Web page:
cvs = mapper.cross_validate()
for i, (X_train, X_test) in enumerate(cvs):
    sub_mapper = ElM2D()
    
    sub_mapper.fit(X_train)
    sub_mapper.save(f"train_elm2d_{i}.pk")
    
    sub_mapper.fit(X_test)
    sub_mapper.save(f"test_elm2d_{i}.pk")
...
from sklearn.metrics import mean_average_error as mae

cvs = mapper.cross_validate(y=df["target"])

for X_train, X_test, y_train, y_test in cvs:
    clf.fit(X_train, y_train)
    y_pred = clf.predict(X_test)
    errors.append(mae(y_pred, y_test))

print(np.mean(errors))

Available Metrics

You may use either discrete scales or machine learnt representations for each element. Choose these via the metric parameter.

Linear:

  • mendeleev
  • petti
  • atomic
  • mod_petti

Chemically Derived:

  • oliynyk
  • oliynyk_sc
  • jarvis
  • jarvis_sc
  • magpie
  • magpie_sc

Machine Learnt:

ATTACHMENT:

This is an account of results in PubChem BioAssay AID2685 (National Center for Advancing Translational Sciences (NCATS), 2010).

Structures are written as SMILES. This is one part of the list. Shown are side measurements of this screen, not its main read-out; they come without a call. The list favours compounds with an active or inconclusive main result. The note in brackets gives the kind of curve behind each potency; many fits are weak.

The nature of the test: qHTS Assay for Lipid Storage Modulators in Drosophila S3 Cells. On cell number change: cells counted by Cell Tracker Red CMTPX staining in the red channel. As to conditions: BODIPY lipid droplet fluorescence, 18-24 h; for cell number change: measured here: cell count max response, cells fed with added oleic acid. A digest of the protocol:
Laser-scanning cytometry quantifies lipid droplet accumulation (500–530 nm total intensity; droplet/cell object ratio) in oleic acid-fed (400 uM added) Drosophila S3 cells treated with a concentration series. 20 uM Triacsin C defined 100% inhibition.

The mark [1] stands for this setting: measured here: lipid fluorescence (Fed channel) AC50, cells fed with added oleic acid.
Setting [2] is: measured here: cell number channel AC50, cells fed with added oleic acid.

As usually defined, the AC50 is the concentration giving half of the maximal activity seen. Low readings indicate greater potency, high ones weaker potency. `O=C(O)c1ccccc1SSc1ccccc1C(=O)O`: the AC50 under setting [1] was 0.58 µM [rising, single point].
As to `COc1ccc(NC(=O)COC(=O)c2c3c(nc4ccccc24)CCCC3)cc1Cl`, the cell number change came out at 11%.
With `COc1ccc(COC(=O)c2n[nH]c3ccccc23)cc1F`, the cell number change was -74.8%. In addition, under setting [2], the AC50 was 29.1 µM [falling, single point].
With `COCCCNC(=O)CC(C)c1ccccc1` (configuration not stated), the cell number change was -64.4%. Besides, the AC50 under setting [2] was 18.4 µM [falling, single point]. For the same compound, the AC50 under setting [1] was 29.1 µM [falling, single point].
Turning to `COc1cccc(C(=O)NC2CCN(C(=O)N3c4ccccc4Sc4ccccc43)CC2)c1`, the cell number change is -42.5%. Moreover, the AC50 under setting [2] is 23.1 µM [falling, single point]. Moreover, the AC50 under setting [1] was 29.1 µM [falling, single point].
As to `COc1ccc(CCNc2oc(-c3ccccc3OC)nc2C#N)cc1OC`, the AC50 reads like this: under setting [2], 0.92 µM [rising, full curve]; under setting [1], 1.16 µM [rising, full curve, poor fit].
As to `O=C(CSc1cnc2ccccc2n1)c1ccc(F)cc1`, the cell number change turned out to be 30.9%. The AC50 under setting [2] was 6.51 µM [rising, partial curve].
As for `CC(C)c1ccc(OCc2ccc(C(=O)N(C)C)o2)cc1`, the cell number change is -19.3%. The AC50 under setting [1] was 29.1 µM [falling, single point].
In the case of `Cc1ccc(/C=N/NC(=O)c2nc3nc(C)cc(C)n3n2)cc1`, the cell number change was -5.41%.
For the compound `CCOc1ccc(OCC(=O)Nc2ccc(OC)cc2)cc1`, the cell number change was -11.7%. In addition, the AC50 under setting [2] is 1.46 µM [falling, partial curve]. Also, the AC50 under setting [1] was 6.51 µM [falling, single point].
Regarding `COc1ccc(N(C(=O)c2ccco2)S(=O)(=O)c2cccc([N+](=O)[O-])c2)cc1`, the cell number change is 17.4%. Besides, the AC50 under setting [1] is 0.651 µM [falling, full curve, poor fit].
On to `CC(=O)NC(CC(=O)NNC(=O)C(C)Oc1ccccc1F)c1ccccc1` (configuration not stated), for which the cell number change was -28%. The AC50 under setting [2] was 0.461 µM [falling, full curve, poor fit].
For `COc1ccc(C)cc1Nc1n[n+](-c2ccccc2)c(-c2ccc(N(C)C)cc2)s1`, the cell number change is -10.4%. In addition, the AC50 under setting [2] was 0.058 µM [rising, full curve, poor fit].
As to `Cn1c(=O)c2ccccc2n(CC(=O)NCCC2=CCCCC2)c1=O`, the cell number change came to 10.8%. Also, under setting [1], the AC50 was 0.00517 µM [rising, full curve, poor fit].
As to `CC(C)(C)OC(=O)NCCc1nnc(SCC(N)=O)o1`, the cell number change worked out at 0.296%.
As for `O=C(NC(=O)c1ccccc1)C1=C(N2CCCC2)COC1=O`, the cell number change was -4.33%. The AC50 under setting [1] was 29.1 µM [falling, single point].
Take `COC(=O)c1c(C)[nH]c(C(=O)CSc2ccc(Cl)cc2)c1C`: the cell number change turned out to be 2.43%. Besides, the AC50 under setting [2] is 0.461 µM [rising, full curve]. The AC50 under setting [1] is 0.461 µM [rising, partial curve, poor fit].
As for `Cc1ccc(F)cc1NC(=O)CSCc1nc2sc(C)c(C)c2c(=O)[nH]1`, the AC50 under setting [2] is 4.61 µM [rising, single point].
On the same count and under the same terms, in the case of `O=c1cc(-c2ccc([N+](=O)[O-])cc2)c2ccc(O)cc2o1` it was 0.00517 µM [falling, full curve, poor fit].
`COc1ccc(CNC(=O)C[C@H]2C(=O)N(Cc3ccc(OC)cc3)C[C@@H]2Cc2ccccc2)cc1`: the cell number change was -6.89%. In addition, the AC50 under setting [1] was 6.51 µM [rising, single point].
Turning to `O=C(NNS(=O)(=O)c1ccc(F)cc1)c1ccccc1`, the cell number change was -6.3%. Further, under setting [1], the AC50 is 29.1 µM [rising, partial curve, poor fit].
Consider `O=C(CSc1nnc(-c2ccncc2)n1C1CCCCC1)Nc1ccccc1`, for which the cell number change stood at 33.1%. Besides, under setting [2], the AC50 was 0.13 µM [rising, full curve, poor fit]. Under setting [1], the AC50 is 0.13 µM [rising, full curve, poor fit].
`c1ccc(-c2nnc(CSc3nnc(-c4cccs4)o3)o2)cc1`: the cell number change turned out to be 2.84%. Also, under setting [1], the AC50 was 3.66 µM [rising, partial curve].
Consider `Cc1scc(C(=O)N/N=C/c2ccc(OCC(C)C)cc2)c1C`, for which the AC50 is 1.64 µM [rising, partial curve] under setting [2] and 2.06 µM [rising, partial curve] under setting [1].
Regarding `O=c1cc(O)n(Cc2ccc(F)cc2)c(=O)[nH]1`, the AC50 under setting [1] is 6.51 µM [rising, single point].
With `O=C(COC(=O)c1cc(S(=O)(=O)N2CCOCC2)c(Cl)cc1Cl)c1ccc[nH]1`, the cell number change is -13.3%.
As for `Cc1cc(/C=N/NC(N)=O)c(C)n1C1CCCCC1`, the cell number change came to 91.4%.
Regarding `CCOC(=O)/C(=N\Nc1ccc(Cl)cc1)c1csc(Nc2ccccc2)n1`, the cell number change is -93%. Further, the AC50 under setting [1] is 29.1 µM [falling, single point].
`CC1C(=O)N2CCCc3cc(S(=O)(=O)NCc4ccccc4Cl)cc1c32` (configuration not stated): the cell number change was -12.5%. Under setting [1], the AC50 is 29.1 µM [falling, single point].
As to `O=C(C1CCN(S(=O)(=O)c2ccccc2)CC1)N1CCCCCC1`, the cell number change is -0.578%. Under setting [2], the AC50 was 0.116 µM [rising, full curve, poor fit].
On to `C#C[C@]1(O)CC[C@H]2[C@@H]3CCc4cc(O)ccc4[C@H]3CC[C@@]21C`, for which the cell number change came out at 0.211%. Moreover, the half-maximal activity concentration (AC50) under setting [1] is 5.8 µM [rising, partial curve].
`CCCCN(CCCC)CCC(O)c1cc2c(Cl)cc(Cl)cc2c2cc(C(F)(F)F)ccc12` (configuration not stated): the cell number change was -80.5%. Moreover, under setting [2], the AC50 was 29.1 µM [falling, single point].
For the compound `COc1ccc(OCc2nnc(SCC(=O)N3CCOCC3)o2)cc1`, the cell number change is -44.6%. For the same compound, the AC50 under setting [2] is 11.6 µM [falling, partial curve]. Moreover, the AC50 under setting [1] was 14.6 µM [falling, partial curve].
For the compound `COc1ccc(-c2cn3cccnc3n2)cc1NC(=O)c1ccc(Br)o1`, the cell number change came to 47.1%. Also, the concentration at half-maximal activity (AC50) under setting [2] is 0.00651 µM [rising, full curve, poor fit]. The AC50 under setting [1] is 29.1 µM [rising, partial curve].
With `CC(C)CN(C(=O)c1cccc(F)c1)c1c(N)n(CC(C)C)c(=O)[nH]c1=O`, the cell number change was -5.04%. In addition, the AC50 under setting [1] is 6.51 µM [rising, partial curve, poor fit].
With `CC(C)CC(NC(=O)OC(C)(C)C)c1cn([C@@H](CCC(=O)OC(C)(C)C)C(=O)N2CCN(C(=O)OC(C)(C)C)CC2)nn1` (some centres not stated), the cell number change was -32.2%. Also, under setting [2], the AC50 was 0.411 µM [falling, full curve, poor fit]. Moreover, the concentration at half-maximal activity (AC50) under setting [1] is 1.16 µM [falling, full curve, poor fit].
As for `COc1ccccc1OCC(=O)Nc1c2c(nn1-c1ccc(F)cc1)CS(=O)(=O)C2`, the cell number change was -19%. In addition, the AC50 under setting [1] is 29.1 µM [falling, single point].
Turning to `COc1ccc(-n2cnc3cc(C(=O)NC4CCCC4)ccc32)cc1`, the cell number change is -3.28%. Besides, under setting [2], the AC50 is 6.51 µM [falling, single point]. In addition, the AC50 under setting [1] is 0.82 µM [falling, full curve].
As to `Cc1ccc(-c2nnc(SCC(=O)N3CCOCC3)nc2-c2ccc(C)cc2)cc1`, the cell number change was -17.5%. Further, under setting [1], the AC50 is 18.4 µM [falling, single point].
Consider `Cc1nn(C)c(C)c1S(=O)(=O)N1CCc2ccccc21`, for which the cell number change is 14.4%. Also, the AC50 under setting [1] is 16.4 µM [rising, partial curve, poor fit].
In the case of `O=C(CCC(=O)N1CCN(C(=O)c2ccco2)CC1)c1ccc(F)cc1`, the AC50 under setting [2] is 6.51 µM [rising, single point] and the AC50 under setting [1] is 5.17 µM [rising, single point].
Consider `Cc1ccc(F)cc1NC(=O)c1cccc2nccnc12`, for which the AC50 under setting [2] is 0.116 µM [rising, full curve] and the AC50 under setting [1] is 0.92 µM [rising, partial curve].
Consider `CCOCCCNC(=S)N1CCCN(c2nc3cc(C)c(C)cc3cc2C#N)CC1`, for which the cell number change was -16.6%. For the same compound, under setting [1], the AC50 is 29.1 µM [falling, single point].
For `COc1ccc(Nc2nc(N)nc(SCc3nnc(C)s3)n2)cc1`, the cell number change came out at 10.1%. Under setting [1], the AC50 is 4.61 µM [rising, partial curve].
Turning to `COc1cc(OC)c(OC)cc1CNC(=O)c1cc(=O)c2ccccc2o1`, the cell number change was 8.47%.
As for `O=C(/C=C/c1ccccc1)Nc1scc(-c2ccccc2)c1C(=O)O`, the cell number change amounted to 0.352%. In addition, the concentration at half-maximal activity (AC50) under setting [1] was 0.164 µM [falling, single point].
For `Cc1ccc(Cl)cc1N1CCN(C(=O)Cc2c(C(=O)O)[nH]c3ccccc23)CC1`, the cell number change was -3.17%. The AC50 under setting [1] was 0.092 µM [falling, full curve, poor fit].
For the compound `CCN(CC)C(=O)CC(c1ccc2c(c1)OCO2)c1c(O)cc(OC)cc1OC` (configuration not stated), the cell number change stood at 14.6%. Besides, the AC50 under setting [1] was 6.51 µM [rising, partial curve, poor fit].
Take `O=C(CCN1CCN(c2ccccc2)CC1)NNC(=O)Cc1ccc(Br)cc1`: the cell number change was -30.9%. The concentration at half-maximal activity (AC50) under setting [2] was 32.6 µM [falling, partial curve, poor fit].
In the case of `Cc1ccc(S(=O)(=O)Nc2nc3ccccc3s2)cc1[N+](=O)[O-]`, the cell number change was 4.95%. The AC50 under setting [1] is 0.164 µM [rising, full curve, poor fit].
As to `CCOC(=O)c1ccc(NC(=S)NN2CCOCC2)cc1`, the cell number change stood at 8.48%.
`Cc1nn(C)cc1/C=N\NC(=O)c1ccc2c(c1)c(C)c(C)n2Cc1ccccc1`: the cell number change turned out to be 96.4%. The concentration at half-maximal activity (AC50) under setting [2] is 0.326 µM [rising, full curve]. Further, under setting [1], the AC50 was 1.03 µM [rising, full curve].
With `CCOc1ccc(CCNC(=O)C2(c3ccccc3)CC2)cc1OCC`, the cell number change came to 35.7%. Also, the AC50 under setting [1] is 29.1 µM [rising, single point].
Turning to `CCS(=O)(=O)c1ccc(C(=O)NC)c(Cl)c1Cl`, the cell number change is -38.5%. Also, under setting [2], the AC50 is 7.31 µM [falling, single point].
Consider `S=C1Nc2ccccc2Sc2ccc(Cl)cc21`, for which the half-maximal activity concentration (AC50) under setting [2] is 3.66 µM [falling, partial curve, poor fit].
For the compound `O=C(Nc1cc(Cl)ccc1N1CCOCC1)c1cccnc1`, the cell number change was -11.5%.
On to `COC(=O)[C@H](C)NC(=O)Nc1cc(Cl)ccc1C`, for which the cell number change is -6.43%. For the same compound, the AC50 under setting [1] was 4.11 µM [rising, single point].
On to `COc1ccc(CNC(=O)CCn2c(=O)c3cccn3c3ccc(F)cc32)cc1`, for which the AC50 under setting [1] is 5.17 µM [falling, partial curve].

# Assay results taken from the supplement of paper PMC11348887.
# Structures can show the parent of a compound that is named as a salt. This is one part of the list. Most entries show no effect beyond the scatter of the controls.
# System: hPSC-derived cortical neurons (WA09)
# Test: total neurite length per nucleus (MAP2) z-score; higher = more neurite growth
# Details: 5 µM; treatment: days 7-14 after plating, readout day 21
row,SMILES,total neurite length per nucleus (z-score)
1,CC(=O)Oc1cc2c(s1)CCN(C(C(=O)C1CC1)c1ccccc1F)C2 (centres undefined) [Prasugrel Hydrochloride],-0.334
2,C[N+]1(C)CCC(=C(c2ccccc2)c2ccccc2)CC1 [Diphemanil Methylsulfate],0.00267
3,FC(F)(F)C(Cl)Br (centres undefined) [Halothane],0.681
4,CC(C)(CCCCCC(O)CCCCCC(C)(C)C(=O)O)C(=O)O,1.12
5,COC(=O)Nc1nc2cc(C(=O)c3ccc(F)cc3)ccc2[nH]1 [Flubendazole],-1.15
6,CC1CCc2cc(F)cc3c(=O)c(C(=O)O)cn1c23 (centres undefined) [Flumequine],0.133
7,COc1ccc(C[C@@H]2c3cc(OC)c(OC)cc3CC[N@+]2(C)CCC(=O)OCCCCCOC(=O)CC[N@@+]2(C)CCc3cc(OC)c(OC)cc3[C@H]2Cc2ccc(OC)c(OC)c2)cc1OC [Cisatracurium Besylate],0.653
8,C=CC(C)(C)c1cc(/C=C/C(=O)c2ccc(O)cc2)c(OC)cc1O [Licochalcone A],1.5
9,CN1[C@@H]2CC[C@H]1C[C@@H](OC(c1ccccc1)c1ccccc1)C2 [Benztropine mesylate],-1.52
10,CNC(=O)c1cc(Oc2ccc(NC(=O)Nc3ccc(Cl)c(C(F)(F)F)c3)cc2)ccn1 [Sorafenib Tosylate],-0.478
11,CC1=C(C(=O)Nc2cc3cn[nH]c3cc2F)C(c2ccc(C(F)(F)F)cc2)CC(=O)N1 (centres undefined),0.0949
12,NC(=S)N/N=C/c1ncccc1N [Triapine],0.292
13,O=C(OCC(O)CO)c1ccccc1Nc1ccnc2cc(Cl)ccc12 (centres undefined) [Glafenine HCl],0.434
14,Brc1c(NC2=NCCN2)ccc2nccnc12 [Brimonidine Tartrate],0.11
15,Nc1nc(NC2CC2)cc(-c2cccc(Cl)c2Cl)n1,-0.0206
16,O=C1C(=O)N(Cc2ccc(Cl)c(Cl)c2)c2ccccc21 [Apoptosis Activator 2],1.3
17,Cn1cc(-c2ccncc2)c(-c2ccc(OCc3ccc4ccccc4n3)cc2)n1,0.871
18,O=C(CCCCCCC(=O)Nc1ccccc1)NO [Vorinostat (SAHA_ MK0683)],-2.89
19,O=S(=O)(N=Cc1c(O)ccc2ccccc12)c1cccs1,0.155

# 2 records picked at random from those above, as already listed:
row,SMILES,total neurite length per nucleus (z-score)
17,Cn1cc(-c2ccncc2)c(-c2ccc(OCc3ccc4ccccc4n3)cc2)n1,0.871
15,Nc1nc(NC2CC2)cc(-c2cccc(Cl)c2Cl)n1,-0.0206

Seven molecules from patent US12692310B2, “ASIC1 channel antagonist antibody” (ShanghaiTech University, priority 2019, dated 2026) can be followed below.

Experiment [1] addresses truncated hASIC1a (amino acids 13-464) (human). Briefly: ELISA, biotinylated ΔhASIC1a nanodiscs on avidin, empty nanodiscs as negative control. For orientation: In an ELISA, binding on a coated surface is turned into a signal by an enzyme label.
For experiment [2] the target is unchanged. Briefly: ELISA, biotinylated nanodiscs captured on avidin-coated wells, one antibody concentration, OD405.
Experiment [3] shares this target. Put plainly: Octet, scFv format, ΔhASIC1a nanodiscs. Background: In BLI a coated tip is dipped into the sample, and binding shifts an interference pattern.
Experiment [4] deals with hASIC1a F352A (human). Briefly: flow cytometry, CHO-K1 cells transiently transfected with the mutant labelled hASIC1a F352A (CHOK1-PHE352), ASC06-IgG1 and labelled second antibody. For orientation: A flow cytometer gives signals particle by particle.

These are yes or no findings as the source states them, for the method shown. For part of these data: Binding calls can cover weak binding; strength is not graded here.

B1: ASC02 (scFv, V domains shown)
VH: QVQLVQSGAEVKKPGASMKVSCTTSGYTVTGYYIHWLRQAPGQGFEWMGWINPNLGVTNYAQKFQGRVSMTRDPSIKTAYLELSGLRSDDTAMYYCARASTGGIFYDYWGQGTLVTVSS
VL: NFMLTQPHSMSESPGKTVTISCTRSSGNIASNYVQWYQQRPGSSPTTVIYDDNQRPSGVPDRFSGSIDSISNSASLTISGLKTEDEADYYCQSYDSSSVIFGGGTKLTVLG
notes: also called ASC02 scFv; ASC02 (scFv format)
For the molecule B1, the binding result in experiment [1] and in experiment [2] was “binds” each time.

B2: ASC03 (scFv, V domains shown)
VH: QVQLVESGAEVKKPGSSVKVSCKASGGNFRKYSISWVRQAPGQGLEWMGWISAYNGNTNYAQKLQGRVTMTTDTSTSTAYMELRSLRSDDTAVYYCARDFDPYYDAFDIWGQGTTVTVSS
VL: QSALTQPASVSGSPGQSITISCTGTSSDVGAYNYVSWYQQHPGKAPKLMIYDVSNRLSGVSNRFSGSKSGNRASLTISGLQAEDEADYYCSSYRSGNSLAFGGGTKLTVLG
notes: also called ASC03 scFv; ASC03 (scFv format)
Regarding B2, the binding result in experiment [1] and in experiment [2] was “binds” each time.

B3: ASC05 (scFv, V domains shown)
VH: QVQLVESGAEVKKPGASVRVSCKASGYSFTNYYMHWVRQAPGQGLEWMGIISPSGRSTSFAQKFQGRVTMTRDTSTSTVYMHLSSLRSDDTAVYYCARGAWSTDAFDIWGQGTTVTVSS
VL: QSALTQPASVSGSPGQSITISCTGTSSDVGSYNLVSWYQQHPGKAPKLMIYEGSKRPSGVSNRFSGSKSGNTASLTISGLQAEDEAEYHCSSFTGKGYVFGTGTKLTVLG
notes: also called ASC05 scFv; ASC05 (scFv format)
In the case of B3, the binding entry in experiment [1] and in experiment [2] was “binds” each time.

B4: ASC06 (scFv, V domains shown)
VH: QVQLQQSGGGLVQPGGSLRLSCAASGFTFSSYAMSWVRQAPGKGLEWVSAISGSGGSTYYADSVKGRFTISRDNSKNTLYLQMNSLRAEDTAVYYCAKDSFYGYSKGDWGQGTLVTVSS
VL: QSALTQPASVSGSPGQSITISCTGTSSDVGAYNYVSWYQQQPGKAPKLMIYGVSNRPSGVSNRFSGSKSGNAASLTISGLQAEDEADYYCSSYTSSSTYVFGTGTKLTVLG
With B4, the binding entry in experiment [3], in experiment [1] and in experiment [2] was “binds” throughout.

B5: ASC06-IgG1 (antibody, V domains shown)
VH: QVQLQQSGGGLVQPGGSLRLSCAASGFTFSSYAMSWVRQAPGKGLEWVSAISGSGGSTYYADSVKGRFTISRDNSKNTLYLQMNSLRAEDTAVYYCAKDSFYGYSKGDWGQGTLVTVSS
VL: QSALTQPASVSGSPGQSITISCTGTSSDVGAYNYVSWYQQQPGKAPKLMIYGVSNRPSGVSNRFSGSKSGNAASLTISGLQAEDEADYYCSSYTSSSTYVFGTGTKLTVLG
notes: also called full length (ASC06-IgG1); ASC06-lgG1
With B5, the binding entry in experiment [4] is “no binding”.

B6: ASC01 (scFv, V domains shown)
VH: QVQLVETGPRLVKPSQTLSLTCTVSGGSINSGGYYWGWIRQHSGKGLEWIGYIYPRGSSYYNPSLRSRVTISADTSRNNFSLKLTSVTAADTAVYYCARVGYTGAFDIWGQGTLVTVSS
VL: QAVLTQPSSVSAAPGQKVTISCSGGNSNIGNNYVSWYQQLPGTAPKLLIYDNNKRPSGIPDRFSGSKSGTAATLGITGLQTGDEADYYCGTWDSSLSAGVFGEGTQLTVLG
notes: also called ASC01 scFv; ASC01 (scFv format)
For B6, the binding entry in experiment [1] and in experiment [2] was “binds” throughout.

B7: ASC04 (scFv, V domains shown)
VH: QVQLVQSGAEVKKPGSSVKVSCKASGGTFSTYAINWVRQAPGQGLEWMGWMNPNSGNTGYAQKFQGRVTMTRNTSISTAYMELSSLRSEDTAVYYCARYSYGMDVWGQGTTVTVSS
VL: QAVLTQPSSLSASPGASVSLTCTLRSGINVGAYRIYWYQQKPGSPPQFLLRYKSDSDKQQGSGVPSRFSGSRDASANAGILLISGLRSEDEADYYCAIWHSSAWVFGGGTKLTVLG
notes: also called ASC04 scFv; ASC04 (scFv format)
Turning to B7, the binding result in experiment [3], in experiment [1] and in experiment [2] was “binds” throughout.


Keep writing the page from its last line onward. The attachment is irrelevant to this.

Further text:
• cgcnn
  • elemnet
  • mat2vec
  • matscholar
  • megnet16

Random Numbers:

  • random_200

Custom Distance Matrix

  • precomputed

Bulk featurizing can be performed with featurize.

mapper = ElM2D(metric="oliynyk_sc")
X = mapper.featurize(df["formula"])

Citing

If you would like to cite this code in your work, please use the following reference

@article{doi:10.1021/acs.chemmater.0c03381,
author = {Hargreaves, Cameron J. and Dyer, Matthew S. and Gaultois, Michael W. and Kurlin, Vitaliy A. and Rosseinsky, Matthew J.},
title = {The Earth Mover’s Distance as a Metric for the Space of Inorganic Compositions},
journal = {Chemistry of Materials},
volume = {32},
number = {24},
pages = {10610-10620},
year = {2020},
doi = {10.1021/acs.chemmater.0c03381},
URL = { 
        https://doi.org/10.1021/acs.chemmater.0c03381
},
eprint = { 
        https://doi.org/10.1021/acs.chemmater.0c03381
}
}

Project details


Download files

Download the file for your platform. If you're not sure which to choose, learn more about installing packages.

Source Distribution

chem_wasserstein-1.0.12.tar.gz (1.0 MB view hashes)

Uploaded source

Built Distribution

chem_wasserstein-1.0.12-py3-none-any.whl (1.0 MB view hashes)

Uploaded py3

Supported by

AWS AWS Cloud computing and Security Sponsor Datadog Datadog Monitoring Fastly Fastly CDN Google Google Download Analytics Microsoft Microsoft PSF Sponsor Pingdom Pingdom Monitoring Sentry Sentry Error logging StatusPage StatusPage Status page